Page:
“What was alarming to me is that there was potential for other indicators to be disaggregated by sex,” says Wahabzada. “For example, in Sub-Saharan Africa, 52% of gender data indicators are available with disaggregation, and 13% were available, but weren't disaggregated by sex.”

How South Africa stacks up

Bridging the Gap (published in 2018) found that South Africa lacked data on key aspects of women’s lives, with gaps identified in four dimensions:

  • Availability: South Africa’s national databases include only 62 of the 104 gender indicators.
  • Disaggregation: 16 gender indicators lack sex disaggregation.
  • Adherence to standards: 26 published gender indicators do not conform to internationally recommended definitions.
  • Timeliness: Six indicators have no published observations since 2015.

While closing gender data gaps requires time, resources, and capacity, Bridging the Gap suggests three opportunities to improve South Africa’s gender data ecosystem:

  • Publish indicators on human security (particularly crime and violence) that conform to international standards with appropriate disaggregation.
  • Improve sex disaggregation in international databases for economic opportunities and health indicators. While data for many, they lack disaggregation.
  • Harness available administrative data as a primary source of information on education to improve the availability of sex-disaggregated education indicators that conform to international standards.

How business can get involved

Wahabzada and Swanson suggest several ways the private sector, academia and civil society can help to support an improved data ecosystem, including:

  • Assisting with ITC solutions or technologies
  • Data sharing (with the requisite privacy controls in place)
  • Developing data-related skills and capacity (from data literacy to analysis)
  • Funding or undertaking research
  • Helping to mobilise political commitments and meaningful actions to advance inclusive and disaggregated data (for example, the Global Partnership for Sustainable Development Data’s Inclusive Data Charter)

Avoiding bias in the age of big data

The Netflix documentary, Coded Bias, focusing on MIT Media Lab researcher Joy Buolamwini’s discovery that facial recognition does not see dark-skinned faces accurately, made many people question the power of artificial intelligence in our lives and the bias being baked into algorithms.

Prof. Manoj Chiba, associate professor and data scientist at GIBS, says, “The problem is that the data fed into algorithms is based on our previous decisions, which means it includes our unconscious biases. So how do we address the bias in the data? The truth is that we can’t. If we start artificially manipulating the data, we end up with artificial results. Artificial results will only have a short-term impact; they will not have any medium to long-term impact at all.”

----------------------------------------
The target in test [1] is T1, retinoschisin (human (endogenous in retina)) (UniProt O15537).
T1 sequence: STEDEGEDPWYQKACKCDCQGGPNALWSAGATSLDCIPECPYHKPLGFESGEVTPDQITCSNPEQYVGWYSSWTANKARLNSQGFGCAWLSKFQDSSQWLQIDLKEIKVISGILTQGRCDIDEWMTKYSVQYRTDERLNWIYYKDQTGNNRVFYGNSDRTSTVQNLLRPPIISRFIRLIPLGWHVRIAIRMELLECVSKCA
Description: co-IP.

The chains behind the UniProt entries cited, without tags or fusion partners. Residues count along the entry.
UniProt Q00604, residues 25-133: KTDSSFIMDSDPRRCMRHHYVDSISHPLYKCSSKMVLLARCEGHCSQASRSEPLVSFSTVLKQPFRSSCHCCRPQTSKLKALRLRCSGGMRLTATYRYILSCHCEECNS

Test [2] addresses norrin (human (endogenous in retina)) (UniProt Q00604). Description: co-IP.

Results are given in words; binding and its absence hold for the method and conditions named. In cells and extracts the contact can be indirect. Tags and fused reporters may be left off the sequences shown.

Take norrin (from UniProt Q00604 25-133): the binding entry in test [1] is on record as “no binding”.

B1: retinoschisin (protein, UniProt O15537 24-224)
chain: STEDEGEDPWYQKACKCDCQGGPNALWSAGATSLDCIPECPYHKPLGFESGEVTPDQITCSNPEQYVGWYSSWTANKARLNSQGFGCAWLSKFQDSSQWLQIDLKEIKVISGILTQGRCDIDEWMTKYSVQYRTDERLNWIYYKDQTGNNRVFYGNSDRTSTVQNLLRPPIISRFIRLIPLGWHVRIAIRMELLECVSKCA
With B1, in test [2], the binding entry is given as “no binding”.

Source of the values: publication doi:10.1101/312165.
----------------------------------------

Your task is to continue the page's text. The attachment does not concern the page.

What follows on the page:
Instead, Chiba contends, we should change how we work with data, acknowledge bias in the data, and let this awareness drive decisions and actions.

“People like me were taught that when you see an outlier in data, you should ignore it or take it out of your calculations and analysis. That’s probably one of the root causes of the problems,” he says.

For example, looking at employee remuneration, imagine a call centre where most staff are women working at the lower end of the pay scale. A male CEO’s salary might be much higher than the bulk of employees and thus be excluded as an outlier, unintentionally skewing the equation when examining the issue of gender pay equity.

“Our mindset needs to change, so we include outliers in our analyses,” says Chiba. “Then decision-makers need to look at the analyses and identify when they’re reflecting something undesirable, such as being biased against women. From there, decisions need to acknowledge the bias and focus on steps that can be taken. Those will start feeding these fancy machine learning algorithms, and so algorithms will learn as we go.”

Chiba adds that we can also address bias by correcting data weighting. For example, where pharmaceutical studies have historically largely focused on white, male test subjects, using AI to scan through previous studies and databases and adjusting weightings for factors like age, gender, race and location, future scenarios can now be simulated. This accelerates R&D and uses existing technology to help address historical imbalances.

Taking action

To address gender gaps, we need to improve how we collect (and disaggregate) data and how we use data to shape decisions. This begins with acknowledging existing biases, which rest with people, not numbers or algorithms.

“The most important thing is to recognise the bias in our decision heuristics and to become conscious of this bias,” Chiba says. “For example, if I’m made aware that I only hire people who look and sound like me, it doesn’t mean I can’t ever hire an Indian male employee again – it means I become conscious of my familiarity bias. That will affect how I think and make decisions in the interview process. Remember, we are the data generators. We need to change our decisions to change the bias we see in AI.”

Perez notes that closing the gender data gap will not magically fix all the problems faced by women, “but getting to grips with the reality that gender-neutral does not automatically mean gender-equal would be an important start”.